President of Marvel Studios Kevin Feige answers fans’ burning questions
For those of you who haven’t watched anything from the Marvel Cinematic Universe, spoilers ahead.
Super fans from r/marvelstudios had a field day when Kevin Feige himself popped into the discussion forum for a Ask Me (Almost) Anything session. Here are some of the most burning questions, asked by superfans and members of the group:
How much did Stan Lee know about Endgame before he passed?
Stan loved to wait to see the final movie at the premiere, so, unfortunately, he did not get to see the finished movie. Stan got a download of the full story the day he came and shot his cameo.
You have been involved in producing Marvel movies since 2000, some of which, Pre-MCU, had missteps. What kind of lessons did you learn from those that helped you create this vision of the MCU?
*Respect the source material.
*Hire passionate filmmakers regardless of how much money their last movie made.
*Hire the best cast regardless of their current marquee value.
What was the hardest “sell”, to executives at Marvel or Disney, over the last eleven years? What was the one thing that you fought for most, that others tried to shut down?
There are always conversations and discussions before a film is made, and for the most part it's been an amazing collaboration, but back when we first started, the two that come to mind from 10 years ago are the casting of Robert Downey Jr. and the decision to make Captain America: The First Avenger a period World War 2 film.
Are there any storylines that you think are “unfilmable”?
Everything is filmable nowadays. It's about finding the most resonant character stories to bring to the big screen.
Do you have any creative regrets with the MCU?
I made a joke once about regretting dying Chris Hemsworth eyebrows blonde for the first Thor, but the truth is it's everything in those films and all the little details: the perfect ones and not so perfect ones, that carried us through to the experience of Endgame. Therefore, I wouldn't change a thing.
How early was the plot of Infinity War/Endgame being planned out?
We started discussing how to adapt the Infinity Gauntlet comic soon after the release of the first Avengers. It was on one of our creative retreats about 5 years ago that we decided to do it as two films. We started to crack the specifics of the story during production on Civil War with Chris Markus and Stephen McFeely, Joe and Anthony Russo, in a conference room as we went back and forth between takes.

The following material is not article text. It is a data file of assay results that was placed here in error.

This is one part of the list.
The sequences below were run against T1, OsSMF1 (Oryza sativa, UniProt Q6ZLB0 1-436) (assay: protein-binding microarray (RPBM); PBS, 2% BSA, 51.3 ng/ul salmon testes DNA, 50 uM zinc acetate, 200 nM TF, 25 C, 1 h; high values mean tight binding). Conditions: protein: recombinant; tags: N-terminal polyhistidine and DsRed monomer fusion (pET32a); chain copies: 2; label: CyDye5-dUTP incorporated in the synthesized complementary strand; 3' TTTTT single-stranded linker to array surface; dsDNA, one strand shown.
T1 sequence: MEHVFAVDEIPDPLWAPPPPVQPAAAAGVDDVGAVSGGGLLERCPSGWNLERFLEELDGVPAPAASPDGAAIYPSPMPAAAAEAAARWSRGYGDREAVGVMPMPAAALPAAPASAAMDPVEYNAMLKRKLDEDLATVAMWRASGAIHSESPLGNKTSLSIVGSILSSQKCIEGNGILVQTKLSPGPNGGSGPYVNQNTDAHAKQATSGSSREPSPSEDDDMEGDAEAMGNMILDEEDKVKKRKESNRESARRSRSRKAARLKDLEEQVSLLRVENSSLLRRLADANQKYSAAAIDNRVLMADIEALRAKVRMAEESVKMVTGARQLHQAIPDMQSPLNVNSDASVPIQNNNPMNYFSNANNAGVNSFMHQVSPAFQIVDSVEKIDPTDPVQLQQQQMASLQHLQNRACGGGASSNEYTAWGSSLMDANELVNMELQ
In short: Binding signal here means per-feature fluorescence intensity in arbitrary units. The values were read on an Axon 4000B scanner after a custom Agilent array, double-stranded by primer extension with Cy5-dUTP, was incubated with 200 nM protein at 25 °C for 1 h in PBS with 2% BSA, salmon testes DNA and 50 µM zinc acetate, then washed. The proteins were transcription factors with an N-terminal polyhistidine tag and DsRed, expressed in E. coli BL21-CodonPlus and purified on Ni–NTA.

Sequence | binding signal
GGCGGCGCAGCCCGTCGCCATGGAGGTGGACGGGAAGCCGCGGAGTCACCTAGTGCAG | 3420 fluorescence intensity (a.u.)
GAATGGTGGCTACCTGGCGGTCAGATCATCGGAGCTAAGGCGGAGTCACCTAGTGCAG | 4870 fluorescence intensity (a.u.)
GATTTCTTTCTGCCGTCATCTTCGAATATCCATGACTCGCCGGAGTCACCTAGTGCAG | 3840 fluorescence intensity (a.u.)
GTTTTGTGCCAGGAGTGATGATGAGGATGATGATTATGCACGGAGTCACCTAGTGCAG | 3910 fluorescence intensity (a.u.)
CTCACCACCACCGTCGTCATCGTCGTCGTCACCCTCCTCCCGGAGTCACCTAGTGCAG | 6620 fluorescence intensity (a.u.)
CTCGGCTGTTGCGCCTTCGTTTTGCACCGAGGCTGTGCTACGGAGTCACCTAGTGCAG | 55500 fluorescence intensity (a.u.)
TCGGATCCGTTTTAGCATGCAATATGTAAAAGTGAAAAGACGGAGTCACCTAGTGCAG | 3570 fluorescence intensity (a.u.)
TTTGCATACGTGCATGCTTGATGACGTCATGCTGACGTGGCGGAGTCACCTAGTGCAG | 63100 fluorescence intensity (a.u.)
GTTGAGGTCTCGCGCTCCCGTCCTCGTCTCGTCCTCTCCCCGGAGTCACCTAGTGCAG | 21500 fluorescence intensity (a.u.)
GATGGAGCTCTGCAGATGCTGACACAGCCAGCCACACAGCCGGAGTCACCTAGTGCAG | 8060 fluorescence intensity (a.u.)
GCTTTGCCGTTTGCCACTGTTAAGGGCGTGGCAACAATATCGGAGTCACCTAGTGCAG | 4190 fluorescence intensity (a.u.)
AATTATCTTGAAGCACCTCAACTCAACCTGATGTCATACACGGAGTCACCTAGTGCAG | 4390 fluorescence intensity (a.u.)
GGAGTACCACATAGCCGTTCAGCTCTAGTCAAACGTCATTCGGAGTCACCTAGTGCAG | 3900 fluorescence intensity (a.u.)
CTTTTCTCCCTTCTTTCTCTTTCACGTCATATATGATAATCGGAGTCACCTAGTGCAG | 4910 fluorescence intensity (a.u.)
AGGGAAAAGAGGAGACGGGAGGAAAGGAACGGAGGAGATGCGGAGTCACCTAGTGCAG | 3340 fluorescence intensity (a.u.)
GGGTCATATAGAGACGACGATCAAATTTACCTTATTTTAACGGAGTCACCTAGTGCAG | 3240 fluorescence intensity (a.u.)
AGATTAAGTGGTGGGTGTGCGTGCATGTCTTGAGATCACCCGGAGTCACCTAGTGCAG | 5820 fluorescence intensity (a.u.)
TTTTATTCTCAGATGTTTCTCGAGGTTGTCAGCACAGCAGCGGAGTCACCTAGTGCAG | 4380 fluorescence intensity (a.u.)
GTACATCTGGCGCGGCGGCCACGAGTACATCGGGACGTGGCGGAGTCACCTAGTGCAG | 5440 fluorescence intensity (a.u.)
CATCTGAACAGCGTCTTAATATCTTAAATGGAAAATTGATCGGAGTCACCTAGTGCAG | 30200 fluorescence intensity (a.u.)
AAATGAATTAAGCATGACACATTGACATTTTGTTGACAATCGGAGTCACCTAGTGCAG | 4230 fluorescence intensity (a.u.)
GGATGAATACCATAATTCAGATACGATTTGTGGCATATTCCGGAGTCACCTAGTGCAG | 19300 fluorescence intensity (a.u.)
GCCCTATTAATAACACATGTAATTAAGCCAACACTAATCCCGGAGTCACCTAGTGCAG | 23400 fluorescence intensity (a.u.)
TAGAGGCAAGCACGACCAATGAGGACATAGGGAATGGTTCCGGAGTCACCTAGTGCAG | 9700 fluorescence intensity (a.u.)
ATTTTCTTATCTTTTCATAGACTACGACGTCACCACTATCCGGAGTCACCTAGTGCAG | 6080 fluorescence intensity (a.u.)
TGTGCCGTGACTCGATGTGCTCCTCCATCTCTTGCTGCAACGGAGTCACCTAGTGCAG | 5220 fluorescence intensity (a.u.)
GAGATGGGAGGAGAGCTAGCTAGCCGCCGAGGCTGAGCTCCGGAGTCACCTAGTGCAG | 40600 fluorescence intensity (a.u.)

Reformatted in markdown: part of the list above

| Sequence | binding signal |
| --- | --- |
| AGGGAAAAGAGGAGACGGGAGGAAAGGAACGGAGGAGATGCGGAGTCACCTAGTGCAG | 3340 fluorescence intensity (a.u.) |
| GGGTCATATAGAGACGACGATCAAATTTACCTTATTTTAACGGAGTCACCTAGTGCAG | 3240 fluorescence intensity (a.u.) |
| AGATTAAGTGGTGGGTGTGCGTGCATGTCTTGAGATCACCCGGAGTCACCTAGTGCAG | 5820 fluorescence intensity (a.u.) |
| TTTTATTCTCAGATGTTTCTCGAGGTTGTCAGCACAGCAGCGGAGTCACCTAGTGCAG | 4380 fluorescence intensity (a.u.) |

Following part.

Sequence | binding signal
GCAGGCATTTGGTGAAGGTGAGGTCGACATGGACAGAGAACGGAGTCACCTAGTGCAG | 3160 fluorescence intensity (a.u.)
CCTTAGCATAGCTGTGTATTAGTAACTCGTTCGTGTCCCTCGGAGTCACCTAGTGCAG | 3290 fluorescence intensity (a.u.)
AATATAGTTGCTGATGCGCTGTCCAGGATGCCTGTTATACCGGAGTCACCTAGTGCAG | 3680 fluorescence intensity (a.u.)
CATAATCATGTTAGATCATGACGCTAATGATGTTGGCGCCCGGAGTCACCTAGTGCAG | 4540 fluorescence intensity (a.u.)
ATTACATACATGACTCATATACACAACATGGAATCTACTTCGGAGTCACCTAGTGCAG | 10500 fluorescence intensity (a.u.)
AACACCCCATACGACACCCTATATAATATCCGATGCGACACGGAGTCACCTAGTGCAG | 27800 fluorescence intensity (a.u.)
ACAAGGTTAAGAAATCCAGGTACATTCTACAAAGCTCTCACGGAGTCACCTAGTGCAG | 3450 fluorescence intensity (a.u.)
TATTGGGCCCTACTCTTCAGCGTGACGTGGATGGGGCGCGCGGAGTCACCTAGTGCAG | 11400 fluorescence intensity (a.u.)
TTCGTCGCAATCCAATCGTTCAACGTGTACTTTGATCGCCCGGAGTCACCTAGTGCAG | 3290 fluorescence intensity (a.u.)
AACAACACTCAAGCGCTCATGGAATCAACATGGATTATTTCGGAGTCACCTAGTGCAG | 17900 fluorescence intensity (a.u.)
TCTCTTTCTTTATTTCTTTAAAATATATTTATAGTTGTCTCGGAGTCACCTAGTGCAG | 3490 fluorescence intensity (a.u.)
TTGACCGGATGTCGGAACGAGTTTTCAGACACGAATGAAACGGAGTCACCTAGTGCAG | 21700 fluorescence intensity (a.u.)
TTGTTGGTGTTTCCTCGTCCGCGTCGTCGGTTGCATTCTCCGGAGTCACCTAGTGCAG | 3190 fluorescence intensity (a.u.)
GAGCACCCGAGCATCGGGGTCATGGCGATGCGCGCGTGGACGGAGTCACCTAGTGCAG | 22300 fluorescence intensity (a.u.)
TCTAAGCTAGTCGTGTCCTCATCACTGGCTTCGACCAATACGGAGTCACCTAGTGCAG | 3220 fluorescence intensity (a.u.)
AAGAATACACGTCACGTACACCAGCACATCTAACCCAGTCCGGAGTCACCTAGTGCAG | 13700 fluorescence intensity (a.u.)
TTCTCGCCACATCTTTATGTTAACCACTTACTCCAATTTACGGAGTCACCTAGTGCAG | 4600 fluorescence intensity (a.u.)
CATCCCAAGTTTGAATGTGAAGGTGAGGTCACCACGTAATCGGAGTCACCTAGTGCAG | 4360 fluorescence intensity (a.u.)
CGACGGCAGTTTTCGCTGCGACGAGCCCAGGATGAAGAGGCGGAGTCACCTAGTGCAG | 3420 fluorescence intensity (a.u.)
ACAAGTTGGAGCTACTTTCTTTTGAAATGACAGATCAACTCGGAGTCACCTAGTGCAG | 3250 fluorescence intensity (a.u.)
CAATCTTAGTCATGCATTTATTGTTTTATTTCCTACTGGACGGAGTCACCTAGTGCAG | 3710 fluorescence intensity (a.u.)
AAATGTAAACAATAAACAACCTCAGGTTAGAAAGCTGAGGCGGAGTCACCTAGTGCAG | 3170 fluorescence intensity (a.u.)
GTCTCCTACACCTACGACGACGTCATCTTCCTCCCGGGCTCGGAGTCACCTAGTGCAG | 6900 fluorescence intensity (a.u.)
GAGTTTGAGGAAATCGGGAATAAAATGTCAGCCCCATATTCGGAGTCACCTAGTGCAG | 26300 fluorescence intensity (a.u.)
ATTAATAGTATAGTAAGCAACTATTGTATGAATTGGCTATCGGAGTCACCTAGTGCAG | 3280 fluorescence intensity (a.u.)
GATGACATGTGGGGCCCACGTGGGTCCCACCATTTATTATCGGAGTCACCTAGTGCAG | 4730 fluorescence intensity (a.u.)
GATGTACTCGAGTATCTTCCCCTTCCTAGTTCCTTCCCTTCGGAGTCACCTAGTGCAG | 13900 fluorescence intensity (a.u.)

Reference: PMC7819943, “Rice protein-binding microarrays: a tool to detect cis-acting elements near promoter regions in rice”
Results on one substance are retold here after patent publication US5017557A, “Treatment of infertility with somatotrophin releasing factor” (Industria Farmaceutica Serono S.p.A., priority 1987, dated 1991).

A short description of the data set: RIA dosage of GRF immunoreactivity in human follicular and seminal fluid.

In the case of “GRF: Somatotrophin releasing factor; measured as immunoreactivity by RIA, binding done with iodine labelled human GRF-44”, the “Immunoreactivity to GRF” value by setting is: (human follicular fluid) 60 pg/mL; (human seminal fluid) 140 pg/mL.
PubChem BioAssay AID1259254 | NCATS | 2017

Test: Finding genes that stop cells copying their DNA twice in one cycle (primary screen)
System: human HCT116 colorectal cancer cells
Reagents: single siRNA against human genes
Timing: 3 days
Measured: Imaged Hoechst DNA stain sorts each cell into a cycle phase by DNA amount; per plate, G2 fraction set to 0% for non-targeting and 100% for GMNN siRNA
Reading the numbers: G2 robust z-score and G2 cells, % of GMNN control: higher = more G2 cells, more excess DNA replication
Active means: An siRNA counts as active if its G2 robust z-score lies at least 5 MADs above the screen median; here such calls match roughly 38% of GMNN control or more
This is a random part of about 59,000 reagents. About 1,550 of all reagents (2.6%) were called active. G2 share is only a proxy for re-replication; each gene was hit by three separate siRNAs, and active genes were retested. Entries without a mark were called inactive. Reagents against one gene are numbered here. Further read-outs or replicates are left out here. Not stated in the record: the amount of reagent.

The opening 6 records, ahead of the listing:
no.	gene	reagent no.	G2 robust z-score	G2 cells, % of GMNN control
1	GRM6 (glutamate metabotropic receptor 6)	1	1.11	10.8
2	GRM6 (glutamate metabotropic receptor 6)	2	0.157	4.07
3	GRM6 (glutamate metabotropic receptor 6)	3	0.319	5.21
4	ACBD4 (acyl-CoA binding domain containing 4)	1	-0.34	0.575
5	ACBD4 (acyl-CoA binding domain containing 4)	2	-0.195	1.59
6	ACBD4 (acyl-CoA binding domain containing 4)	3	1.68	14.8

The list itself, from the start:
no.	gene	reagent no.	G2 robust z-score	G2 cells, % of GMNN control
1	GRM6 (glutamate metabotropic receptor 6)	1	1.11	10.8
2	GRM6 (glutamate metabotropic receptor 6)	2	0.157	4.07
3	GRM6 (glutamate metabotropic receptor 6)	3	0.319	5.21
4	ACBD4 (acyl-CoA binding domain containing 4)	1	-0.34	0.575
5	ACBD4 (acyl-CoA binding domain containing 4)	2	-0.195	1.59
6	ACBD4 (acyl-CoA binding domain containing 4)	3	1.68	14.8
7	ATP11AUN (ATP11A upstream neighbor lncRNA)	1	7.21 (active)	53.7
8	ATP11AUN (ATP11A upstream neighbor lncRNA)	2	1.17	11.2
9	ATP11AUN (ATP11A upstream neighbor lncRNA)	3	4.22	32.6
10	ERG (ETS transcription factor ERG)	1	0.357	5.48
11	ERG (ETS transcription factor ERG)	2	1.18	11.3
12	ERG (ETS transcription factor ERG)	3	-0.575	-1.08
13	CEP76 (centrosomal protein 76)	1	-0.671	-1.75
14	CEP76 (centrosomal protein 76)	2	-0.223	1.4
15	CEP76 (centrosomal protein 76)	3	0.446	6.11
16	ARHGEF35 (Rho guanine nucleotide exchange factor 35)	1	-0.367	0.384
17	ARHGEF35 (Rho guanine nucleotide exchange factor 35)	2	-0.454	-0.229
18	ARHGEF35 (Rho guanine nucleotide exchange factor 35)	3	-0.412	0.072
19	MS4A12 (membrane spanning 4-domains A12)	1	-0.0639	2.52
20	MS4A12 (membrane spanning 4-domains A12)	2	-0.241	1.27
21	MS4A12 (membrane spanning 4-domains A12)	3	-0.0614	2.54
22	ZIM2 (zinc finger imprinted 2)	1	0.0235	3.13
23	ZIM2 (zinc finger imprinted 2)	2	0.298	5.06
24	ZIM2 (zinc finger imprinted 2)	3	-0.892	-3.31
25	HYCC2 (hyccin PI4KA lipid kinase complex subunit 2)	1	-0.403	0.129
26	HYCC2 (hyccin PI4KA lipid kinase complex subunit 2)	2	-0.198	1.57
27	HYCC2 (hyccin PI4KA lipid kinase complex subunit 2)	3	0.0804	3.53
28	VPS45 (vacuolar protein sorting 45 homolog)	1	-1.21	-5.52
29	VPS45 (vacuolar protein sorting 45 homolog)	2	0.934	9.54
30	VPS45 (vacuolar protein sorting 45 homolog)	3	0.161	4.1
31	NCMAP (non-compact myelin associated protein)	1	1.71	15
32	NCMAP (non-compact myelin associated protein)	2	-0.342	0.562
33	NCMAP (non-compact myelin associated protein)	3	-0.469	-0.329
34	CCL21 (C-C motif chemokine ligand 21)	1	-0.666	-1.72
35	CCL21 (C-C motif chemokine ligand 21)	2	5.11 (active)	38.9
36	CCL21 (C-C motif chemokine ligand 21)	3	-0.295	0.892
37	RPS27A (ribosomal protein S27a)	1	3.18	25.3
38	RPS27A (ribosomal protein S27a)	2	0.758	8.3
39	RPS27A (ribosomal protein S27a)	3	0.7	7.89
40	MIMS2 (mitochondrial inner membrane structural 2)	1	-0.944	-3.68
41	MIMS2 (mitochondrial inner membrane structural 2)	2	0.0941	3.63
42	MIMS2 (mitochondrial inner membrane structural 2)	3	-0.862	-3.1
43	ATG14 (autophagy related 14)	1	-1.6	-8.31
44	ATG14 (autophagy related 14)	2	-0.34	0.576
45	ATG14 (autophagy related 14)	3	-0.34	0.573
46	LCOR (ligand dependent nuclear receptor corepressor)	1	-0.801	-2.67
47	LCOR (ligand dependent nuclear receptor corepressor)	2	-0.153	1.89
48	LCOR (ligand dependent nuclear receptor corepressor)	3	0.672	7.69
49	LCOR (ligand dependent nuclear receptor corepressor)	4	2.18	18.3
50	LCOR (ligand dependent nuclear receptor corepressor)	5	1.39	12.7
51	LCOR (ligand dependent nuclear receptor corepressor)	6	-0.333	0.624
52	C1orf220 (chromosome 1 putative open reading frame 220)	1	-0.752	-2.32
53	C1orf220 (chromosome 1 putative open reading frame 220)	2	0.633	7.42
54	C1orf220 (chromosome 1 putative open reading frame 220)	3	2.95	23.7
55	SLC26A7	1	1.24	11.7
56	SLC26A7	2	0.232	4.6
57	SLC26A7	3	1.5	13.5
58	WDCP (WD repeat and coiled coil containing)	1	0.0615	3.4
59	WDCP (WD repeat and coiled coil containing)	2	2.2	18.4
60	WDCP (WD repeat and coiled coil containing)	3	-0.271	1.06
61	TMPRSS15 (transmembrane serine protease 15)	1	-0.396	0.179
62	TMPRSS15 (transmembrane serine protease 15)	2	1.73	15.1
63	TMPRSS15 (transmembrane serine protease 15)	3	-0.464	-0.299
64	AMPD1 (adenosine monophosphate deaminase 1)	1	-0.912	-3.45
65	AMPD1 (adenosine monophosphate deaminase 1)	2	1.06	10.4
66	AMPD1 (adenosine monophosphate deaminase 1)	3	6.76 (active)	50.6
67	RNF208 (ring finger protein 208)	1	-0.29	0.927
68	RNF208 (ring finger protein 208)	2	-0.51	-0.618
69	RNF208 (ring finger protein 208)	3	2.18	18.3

A while ago, you said you had a meeting with Mark Ruffalo and asked what he wanted out of the Hulk. Can we get more information on what Ruffalo wanted?
Many years ago, Mark came in for a meeting with us at Marvel Studios to discuss ways in which the Hulk could grow and evolve in upcoming films. He pitched a lot of cool ideas, some of which led to what you saw in Thor: Ragnarok, Infinity War and Endgame, and some of which would still be cool to see someday.
Have you considered reviving the "One Shots"?
The best thing about the One Shots is that we got to flesh out other characters. It's tremendously exciting that we now have Disney+ series where we get to do that on a grand scale with many of the characters you know and love.
Have you ever considered doing a cameo as a character you like? If so, who would they be?
I don't like being on camera, but I did cameo in a deleted scene in the first X-Men as a Weapon X technician. I was completely covered in a hood, mask and goggles.
Why was Jon Favreau chosen to direct Iron Man?
Jon Favreau is one of the best storytellers on the planet, and Elf is a stone cold classic.
How far is the MCU planned in advance?
We usually work with a specific 5-year plan at any given point but often have a general plan that extends much, much further.
Cap lifting Mjolnir was one of the strongest (crowd-cheering) moments in Endgame. Does he become worthy in that moment or has he been worthy for a while since, say, Avengers: Age of Ultron?
We think he was always worthy and was being polite in Age of Ultron.
Are there any plans to incorporate the Ten Rings from the first Iron Man, or the "real" Mandarin teased in "All Hail the King" in the future?
Is there anything, in particular, you and the creative forces behind Marvel Studios consciously do to try to avoid falling into this so-called "comic book movie fatigue"?
Nobody would get fatigued before the creative forces at Marvel Studios who do this 24 hours a day, 7 days a week, so we believe that if we're still taking risks and making unique choices to keep ourselves excited, the audience will feel the same way.
What's your favourite DC movie?
Richard Donner's Superman 1
On a more whimsical note, what is your own personal favourite MCU meme?